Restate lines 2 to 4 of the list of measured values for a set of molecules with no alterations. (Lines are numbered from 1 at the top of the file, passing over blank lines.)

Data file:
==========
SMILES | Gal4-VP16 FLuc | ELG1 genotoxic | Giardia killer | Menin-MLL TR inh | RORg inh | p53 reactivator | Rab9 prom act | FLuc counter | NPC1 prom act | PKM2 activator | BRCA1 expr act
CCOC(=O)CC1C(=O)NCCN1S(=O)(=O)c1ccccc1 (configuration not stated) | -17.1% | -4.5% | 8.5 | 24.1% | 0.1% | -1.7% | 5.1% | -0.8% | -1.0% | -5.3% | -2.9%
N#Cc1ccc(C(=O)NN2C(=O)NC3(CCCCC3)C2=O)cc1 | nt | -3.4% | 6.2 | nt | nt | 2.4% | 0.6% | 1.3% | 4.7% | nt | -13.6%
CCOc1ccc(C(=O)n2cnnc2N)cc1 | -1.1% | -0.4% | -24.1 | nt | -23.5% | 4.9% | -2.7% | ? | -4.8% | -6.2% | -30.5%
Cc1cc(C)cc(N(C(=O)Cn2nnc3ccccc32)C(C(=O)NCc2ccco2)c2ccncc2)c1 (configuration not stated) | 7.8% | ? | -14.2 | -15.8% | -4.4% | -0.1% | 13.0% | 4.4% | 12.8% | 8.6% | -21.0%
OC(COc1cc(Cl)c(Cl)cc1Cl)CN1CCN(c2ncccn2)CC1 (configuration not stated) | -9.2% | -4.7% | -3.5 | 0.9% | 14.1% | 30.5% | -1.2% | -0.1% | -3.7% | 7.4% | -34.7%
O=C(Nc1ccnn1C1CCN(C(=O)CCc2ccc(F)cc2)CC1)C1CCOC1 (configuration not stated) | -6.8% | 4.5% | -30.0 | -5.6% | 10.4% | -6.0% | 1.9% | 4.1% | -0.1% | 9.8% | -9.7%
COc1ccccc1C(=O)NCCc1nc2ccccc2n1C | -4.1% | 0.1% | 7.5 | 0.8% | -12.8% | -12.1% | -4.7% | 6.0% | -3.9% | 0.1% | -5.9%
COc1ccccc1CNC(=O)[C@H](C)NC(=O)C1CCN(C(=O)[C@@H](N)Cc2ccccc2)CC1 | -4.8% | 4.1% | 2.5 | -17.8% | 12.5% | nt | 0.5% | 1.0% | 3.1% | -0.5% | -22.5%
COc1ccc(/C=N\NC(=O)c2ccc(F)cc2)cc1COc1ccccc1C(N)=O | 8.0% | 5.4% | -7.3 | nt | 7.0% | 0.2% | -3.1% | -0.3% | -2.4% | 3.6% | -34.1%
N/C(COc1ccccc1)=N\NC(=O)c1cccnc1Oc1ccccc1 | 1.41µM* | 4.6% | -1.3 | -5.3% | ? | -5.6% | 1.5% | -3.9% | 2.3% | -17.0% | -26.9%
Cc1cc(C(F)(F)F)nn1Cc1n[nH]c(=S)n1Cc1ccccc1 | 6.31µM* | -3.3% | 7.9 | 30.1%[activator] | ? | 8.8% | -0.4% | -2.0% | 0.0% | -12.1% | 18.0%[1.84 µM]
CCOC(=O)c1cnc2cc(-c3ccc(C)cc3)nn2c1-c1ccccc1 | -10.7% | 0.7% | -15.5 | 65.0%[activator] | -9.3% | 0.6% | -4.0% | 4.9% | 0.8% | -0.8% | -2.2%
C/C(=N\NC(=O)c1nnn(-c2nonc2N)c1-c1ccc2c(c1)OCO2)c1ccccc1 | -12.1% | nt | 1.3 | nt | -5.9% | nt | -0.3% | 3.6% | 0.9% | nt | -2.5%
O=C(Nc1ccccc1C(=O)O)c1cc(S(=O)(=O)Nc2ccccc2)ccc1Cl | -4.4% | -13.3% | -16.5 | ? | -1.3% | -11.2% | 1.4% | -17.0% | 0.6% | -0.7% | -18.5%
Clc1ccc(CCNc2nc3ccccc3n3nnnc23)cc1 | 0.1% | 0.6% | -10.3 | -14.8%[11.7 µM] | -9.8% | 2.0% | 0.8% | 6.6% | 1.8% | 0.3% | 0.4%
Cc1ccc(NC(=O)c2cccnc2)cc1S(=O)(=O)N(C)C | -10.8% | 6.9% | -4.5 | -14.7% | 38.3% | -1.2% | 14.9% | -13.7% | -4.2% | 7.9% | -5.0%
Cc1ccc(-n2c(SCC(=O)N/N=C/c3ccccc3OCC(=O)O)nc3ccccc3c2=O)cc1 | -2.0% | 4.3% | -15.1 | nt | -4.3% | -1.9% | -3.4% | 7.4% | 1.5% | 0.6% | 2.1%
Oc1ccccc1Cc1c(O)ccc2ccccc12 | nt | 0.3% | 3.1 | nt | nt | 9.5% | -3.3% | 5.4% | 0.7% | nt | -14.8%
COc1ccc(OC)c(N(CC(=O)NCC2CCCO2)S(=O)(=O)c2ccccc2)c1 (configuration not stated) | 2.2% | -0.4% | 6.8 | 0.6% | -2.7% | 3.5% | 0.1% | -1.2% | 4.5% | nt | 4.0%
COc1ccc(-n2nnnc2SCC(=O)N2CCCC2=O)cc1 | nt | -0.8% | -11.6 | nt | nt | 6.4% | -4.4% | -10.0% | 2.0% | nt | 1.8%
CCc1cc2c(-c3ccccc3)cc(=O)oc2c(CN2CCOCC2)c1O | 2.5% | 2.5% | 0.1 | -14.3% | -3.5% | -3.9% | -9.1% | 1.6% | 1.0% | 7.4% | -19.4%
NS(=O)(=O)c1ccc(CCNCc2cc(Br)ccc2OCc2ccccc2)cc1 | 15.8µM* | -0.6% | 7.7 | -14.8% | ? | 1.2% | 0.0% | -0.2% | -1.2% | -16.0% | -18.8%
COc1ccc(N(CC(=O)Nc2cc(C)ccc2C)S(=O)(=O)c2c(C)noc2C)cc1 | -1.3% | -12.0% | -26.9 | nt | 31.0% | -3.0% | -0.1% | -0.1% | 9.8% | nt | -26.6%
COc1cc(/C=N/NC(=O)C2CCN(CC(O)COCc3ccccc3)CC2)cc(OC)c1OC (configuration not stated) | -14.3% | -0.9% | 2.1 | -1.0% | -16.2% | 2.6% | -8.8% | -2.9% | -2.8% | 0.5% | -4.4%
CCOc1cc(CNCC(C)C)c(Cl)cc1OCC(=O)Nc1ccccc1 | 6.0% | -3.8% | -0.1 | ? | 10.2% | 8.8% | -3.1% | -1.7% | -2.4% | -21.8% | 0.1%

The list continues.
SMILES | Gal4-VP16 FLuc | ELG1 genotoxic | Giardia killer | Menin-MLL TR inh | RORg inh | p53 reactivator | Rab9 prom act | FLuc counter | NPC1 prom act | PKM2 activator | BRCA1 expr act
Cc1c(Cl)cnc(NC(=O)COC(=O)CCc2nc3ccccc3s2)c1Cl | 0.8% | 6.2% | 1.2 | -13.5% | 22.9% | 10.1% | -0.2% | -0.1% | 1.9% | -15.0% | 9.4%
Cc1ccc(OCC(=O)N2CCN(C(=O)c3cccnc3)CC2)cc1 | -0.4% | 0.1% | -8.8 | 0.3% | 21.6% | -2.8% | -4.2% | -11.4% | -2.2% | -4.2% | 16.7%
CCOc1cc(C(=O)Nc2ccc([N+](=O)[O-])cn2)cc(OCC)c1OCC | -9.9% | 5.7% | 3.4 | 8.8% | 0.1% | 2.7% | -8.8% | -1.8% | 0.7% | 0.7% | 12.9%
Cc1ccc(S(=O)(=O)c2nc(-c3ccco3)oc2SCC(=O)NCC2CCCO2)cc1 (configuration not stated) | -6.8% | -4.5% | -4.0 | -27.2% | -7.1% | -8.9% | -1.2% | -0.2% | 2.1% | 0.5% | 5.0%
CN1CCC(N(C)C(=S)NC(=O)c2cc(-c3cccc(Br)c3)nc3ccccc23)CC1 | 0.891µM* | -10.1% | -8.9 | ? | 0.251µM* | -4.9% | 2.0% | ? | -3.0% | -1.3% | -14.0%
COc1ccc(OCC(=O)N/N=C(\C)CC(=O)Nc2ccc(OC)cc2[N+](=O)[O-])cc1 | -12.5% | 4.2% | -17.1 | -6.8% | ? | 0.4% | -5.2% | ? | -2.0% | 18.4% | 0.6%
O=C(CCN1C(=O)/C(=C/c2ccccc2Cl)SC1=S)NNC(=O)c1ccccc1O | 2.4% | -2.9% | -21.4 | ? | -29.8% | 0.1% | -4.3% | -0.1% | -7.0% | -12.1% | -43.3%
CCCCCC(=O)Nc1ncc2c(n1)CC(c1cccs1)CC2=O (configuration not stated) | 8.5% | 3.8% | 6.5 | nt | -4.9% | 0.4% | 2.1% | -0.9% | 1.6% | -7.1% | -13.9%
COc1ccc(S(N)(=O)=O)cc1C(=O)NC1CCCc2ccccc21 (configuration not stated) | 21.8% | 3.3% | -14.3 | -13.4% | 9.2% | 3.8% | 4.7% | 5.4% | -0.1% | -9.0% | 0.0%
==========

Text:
CCOC(=O)CC1C(=O)NCCN1S(=O)(=O)c1ccccc1 (configuration not stated) | -17.1% | -4.5% | 8.5 | 24.1% | 0.1% | -1.7% | 5.1% | -0.8% | -1.0% | -5.3% | -2.9%
N#Cc1ccc(C(=O)NN2C(=O)NC3(CCCCC3)C2=O)cc1 | nt | -3.4% | 6.2 | nt | nt | 2.4% | 0.6% | 1.3% | 4.7% | nt | -13.6%
CCOc1ccc(C(=O)n2cnnc2N)cc1 | -1.1% | -0.4% | -24.1 | nt | -23.5% | 4.9% | -2.7% | ? | -4.8% | -6.2% | -30.5%